Now new horror stories are emerging - most lately of Sister Dianne Ortiz, an American nun who was raped, tortured and almost killed by Guatemalan police in 1989, two years after she had arrived in the country to teach poor children. She is convinced the US government tried to cover its tracks by orchestrating a "smear campaign" against her, to "avoid admission of its involvement in these crimes". And after Mr Clinton last week ordered the CIA's independent supervisory board to investigate the allegations, the Senate opens its own hearings into the atrocities, at which Jennifer Harbury, the Harvard-educated widow of Efraim Bamaca Velasquez, the murdered guerrilla leader, will be among the witnesses.

For all the sinister machinations on display, the occasion is unlikely to become another Iran-Contra spectacular, not least because a Republican Congress will not want to probe too deeply into misdeeds mainly committed under Republican presidents, from Gerald Ford to George Bush. Republicans, moreover, are temperamentally less inclined to see the CIA as the root of every evil on the planet.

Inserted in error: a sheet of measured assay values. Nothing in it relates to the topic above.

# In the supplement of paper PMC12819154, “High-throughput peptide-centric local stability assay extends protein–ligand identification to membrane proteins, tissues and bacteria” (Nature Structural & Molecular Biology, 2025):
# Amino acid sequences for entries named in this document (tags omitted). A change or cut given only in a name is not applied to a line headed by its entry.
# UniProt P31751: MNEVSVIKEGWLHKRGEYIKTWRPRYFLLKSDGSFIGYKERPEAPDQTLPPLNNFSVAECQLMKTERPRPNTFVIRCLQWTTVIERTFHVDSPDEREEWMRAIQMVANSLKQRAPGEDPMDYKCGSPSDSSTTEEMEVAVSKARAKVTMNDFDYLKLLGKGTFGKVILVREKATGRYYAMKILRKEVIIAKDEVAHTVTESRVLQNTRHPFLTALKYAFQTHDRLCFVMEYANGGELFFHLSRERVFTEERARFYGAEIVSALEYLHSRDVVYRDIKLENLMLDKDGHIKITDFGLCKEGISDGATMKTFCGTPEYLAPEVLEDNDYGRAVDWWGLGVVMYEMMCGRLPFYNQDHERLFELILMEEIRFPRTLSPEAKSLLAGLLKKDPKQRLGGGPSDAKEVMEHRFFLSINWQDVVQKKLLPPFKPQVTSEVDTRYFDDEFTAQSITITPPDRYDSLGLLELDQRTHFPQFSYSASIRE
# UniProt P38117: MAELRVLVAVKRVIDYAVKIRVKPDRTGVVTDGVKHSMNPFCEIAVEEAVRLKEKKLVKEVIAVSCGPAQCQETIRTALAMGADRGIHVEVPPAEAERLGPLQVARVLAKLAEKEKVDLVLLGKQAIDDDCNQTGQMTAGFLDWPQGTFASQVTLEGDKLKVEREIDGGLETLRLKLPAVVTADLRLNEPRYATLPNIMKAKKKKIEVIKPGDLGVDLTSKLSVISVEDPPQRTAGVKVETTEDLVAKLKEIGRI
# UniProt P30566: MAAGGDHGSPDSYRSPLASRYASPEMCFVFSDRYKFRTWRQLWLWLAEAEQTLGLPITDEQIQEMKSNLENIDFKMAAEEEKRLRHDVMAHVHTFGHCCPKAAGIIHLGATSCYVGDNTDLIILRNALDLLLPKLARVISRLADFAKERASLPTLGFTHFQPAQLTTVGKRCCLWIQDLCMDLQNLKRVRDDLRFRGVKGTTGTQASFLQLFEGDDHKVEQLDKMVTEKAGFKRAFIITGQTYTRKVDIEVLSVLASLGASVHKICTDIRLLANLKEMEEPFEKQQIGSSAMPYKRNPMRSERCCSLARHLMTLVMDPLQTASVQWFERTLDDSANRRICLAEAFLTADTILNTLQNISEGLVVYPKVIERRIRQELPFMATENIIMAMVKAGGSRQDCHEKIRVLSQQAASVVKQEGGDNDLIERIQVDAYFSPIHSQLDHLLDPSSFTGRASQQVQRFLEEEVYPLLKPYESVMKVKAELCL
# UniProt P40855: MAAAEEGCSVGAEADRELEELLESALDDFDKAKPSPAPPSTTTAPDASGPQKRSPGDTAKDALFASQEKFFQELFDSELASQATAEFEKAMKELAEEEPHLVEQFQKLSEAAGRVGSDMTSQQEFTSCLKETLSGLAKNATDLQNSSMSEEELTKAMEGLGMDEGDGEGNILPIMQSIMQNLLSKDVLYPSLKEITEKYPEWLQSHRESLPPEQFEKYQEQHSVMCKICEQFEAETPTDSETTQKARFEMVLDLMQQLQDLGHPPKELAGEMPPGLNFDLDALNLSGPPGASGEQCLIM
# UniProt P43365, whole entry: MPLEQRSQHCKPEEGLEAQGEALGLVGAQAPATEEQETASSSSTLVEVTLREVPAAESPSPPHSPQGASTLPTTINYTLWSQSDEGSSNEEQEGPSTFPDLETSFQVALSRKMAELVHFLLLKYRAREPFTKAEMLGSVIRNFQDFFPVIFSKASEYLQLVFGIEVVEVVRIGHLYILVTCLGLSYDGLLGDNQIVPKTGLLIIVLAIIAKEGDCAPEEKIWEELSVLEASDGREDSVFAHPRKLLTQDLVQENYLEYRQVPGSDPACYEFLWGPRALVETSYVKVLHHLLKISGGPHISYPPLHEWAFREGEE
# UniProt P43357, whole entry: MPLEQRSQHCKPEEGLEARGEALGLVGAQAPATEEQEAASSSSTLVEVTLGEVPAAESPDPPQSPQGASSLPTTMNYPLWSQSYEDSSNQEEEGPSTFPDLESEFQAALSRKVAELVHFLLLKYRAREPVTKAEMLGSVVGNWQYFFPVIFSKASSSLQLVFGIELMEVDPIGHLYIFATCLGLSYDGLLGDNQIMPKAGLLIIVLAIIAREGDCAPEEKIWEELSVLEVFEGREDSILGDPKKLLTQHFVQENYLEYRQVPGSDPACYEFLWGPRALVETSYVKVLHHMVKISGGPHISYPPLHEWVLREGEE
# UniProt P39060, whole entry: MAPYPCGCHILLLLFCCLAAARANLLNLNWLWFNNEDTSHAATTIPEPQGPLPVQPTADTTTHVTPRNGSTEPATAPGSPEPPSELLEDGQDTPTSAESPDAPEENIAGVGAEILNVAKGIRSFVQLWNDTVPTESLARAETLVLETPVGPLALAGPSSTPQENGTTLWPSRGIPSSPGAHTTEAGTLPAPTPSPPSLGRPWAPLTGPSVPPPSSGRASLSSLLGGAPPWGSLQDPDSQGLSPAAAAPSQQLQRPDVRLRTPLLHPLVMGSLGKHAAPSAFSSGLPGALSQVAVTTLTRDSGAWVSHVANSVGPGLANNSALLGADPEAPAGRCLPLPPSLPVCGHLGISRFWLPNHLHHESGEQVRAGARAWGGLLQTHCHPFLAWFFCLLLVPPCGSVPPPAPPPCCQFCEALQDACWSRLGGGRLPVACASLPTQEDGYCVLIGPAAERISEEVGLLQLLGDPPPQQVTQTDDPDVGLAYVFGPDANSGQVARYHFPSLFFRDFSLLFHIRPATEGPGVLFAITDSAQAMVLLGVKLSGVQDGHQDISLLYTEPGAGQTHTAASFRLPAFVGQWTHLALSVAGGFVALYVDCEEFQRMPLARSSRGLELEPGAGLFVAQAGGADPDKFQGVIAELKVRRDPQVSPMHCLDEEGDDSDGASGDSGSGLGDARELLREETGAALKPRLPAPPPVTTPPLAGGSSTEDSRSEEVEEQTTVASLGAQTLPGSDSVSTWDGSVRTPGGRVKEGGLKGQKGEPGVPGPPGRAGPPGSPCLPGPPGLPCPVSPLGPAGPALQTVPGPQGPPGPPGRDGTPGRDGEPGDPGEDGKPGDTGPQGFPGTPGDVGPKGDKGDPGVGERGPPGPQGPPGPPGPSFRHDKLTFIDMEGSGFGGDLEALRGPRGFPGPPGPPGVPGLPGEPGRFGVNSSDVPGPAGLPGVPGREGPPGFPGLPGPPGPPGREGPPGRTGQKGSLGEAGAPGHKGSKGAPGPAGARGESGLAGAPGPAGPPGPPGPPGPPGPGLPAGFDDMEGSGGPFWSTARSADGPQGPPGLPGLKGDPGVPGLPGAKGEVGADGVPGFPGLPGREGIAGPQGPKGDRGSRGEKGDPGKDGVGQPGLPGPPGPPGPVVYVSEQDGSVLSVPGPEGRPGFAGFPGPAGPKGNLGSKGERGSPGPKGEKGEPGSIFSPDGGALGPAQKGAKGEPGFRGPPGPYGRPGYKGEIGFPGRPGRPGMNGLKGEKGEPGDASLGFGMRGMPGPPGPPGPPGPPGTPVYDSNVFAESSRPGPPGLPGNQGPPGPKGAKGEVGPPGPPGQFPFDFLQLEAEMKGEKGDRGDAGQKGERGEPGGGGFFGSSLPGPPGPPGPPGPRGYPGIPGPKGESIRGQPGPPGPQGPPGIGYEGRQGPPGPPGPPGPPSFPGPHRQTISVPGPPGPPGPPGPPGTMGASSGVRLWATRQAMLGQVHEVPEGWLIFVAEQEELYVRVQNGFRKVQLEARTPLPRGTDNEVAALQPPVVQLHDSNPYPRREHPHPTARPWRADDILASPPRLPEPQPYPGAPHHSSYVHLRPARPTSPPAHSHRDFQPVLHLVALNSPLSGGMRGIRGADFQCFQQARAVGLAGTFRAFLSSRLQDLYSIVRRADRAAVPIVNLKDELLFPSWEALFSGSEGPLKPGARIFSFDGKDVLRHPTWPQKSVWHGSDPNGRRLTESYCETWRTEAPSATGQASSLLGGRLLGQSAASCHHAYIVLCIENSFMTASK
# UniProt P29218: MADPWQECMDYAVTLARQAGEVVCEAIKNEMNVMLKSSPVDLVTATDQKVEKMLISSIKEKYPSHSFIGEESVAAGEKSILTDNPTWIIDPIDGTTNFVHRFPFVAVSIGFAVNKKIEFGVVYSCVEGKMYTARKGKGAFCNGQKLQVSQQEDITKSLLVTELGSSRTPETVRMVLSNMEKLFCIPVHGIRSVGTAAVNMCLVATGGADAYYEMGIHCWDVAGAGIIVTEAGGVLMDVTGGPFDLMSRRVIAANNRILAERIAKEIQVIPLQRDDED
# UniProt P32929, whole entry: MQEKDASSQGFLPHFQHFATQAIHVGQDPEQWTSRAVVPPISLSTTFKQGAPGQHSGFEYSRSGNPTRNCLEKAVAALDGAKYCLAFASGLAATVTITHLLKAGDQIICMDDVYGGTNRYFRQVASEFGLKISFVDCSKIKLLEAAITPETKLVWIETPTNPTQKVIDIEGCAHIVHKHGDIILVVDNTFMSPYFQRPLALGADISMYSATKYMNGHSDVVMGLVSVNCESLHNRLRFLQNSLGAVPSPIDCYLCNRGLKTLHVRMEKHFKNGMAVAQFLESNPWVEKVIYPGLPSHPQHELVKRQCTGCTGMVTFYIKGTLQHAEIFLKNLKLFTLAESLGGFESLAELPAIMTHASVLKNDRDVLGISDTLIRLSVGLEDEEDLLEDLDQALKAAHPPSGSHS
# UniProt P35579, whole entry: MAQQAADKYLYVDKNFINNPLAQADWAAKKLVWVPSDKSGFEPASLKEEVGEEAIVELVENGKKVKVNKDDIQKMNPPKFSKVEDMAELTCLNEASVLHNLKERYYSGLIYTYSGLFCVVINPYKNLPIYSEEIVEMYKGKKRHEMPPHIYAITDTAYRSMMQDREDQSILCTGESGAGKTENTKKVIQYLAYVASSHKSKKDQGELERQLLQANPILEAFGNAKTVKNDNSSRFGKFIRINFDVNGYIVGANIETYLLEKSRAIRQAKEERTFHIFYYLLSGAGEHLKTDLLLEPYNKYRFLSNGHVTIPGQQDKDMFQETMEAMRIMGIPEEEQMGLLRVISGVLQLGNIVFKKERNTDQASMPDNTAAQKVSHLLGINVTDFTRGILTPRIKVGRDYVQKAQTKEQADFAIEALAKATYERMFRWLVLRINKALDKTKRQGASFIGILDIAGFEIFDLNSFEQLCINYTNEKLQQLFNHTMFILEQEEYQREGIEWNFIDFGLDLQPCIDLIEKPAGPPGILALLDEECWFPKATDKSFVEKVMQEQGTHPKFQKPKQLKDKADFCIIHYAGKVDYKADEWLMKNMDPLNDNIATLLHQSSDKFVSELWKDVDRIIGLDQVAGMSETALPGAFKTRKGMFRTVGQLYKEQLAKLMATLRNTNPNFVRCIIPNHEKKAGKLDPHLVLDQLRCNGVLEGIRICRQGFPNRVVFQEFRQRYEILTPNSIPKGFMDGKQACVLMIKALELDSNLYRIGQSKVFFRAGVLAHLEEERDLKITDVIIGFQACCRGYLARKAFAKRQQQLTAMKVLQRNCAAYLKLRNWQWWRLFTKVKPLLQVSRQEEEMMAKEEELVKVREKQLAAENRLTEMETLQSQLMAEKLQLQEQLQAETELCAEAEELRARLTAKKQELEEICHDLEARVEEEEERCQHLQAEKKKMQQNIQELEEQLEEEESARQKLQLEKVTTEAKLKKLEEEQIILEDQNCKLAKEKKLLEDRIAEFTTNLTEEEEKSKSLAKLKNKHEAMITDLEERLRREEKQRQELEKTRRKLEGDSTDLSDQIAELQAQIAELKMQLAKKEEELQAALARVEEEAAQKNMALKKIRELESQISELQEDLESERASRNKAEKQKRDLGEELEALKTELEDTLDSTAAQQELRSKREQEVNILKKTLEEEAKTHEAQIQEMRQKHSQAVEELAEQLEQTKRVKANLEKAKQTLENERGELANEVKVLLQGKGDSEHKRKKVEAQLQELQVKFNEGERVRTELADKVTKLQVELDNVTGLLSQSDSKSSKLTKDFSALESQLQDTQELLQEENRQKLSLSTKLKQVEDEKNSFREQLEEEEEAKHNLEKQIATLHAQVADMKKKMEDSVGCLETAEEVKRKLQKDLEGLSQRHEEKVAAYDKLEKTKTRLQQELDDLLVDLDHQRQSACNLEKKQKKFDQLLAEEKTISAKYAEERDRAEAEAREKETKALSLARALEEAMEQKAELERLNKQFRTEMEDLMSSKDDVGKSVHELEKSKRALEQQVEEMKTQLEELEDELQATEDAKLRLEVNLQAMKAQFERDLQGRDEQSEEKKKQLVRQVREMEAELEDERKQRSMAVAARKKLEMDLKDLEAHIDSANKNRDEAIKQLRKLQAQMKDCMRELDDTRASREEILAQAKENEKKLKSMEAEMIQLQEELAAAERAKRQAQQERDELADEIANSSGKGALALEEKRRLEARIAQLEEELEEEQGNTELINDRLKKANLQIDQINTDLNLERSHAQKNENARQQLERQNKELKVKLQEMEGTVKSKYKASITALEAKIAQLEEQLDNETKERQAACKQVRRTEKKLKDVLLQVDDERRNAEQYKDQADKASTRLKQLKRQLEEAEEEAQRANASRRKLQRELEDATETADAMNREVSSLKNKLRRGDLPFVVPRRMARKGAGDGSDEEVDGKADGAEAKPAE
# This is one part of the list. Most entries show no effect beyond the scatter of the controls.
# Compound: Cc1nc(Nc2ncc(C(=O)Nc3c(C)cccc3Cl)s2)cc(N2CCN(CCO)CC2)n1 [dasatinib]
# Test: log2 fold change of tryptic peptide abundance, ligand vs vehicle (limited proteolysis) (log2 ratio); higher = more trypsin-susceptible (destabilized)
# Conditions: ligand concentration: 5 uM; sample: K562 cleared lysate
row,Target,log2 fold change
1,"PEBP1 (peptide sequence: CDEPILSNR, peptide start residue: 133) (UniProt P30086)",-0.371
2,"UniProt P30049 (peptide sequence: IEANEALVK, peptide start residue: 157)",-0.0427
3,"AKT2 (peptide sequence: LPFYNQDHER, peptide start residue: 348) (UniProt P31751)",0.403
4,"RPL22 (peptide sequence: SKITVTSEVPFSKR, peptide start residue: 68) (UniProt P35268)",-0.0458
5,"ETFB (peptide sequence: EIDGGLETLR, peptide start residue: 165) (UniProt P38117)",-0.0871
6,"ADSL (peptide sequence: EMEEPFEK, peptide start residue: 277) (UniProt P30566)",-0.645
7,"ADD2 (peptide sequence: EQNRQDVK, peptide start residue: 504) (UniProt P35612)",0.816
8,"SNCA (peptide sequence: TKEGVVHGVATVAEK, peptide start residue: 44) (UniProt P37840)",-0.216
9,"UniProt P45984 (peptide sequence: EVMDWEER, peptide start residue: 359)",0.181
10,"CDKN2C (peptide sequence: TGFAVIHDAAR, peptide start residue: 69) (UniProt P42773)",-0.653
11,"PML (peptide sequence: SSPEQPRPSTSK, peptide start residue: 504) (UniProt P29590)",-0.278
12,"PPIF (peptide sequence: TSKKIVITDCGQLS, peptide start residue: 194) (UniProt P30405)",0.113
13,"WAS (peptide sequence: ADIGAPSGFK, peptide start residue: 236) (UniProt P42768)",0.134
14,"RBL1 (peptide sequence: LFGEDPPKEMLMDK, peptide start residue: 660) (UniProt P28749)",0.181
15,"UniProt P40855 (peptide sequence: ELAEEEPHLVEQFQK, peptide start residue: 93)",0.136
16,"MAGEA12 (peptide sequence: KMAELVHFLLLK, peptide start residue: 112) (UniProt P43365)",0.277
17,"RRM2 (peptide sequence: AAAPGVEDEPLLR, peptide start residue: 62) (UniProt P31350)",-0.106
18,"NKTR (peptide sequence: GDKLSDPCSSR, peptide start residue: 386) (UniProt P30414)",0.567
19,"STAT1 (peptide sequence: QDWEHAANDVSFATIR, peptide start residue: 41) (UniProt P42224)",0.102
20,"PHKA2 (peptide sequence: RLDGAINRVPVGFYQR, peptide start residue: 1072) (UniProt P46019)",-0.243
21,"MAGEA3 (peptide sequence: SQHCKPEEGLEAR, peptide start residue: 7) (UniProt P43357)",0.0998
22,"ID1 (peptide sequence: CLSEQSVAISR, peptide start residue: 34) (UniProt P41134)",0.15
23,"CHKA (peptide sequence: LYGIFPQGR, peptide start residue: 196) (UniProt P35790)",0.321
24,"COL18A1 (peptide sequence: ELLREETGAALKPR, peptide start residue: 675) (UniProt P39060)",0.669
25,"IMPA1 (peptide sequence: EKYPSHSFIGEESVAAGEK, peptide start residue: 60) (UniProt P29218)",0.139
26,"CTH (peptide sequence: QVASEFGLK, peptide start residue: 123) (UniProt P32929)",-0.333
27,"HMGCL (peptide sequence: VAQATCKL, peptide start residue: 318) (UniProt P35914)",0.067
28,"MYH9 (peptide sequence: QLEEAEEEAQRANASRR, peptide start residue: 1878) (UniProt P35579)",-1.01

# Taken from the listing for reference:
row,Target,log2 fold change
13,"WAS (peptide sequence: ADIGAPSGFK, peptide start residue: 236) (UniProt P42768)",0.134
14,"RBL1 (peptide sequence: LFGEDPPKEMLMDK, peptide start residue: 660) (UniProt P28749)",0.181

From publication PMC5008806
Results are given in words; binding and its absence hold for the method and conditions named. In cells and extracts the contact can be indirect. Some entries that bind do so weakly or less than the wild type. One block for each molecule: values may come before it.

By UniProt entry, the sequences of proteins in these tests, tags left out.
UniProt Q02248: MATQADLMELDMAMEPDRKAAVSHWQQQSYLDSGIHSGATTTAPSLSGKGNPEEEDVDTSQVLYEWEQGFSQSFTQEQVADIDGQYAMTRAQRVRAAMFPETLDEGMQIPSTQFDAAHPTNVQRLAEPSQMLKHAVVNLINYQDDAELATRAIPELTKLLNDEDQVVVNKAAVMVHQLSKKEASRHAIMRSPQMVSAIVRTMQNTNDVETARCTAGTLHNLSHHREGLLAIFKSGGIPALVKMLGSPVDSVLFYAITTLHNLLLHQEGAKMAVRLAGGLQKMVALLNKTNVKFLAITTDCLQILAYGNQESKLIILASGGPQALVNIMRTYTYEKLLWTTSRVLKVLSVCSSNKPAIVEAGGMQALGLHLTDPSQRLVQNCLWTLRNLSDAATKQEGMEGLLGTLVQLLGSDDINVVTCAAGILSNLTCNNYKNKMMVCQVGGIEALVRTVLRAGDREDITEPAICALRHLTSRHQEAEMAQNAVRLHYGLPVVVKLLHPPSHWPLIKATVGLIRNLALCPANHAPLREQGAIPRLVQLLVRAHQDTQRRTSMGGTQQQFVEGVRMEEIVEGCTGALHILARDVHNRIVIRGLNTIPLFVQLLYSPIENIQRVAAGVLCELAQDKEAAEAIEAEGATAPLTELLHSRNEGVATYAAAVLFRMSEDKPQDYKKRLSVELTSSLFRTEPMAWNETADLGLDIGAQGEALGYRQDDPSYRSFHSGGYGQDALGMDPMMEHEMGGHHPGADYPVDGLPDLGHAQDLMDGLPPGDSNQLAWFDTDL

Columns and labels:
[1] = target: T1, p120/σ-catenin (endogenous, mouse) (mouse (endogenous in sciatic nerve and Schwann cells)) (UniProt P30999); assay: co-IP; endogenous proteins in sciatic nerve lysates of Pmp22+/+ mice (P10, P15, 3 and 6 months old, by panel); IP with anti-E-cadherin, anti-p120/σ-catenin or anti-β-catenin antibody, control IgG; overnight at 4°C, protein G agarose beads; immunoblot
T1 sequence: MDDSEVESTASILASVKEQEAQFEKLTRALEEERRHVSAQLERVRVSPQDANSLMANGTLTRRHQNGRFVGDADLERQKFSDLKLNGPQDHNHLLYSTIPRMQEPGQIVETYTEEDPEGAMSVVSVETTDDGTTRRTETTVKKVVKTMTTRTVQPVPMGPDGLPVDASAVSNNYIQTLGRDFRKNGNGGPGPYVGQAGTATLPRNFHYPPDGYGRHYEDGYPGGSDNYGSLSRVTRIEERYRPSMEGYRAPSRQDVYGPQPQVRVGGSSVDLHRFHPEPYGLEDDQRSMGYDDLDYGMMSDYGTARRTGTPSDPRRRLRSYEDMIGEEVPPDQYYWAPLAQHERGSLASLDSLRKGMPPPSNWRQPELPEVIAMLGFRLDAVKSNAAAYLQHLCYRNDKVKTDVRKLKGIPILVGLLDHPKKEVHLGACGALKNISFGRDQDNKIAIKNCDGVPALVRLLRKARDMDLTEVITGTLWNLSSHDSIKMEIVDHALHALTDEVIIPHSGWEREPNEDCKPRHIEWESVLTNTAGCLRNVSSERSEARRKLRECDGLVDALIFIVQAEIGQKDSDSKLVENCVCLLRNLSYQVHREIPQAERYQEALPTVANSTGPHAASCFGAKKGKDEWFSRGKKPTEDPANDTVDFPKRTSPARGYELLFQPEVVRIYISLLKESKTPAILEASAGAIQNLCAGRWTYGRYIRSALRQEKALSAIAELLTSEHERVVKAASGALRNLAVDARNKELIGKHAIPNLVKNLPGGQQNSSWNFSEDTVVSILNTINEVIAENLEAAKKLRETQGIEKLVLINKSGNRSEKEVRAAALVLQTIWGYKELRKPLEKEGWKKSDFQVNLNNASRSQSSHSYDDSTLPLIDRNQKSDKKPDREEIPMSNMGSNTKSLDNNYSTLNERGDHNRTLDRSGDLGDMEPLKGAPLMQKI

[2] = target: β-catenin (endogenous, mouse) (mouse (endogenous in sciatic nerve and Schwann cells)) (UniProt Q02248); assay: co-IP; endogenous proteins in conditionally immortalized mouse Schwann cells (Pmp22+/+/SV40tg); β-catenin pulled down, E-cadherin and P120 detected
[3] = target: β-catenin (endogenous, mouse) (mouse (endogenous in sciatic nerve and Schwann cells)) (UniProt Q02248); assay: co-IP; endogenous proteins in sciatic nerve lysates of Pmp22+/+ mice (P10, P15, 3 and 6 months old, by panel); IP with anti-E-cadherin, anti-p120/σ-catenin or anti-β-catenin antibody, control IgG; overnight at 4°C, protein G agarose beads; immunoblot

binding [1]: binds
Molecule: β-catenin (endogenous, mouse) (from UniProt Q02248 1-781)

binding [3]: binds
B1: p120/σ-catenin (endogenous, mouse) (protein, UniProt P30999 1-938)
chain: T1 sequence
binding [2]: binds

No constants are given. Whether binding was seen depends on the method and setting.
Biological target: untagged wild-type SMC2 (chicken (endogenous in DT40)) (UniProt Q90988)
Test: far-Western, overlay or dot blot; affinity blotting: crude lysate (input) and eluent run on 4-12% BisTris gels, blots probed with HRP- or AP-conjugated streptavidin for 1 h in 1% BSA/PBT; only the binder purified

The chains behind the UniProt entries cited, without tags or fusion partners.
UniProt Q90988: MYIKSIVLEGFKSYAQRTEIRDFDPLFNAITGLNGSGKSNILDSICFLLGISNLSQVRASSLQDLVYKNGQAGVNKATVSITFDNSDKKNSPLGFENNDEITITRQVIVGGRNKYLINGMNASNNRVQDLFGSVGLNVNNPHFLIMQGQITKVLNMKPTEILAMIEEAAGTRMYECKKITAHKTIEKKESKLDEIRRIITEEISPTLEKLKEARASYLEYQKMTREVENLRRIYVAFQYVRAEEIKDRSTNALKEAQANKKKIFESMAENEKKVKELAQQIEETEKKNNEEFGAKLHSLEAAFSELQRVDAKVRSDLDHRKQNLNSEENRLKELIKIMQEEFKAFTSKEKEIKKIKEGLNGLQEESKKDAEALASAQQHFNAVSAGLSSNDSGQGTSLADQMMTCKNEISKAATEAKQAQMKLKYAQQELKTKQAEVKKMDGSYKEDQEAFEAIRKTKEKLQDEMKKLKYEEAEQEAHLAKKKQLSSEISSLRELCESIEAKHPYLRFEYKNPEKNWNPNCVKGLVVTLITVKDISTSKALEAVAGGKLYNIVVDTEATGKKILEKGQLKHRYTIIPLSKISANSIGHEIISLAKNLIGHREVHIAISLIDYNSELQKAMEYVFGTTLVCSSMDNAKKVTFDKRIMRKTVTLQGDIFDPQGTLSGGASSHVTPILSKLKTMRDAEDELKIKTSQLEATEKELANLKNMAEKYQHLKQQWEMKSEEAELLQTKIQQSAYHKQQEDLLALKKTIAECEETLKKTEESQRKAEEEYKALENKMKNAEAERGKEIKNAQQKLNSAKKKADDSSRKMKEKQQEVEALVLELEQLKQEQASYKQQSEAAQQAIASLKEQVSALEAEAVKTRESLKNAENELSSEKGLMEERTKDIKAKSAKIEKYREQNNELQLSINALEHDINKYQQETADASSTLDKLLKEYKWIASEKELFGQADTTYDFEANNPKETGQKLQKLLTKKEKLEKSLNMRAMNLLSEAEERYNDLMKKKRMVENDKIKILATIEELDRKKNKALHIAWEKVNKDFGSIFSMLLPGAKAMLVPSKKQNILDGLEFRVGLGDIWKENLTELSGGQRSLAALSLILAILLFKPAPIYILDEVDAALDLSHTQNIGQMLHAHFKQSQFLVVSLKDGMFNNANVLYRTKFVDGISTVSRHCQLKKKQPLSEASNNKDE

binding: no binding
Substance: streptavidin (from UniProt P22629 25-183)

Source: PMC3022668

But Democrats are on the offensive, and the House Speaker, Newt Gingrich, will be hard-pressed to protect the demoralised CIA from another public humiliation, after the Aldrich Ames spy affair and its admission of sexual discrimination against women employees.

The new charges against Colonel Alpirez were aired by Robert Torricelli, a Democrat on the House Intelligence Committee. Mr Gingrich accuses Mr Torricelli of leaking information given to the committee. To which the latter retorted that Mr Gingrich's remarks indicated "a stronger allegiance to the CIA than to the truth".

Suggested Topics
Start your day with The Independent, sign up for daily news emails
News
One father who couldn't get One Direction tickets for his daughters phoned in a fake bomb threat and served eight months in a federal prison
people... (and one very unlucky giraffe)
Arts and Entertainment
Joel Edgerton, John Turturro and Christian Bale in Exodus: Gods and Kings
film
Arts and Entertainment
Brendan O'Carroll as Agnes Brown in the 2014 Mrs Brown's Boys Christmas special
tvCould Mrs Brown's Boys have taken lead for second year?
Arts and Entertainment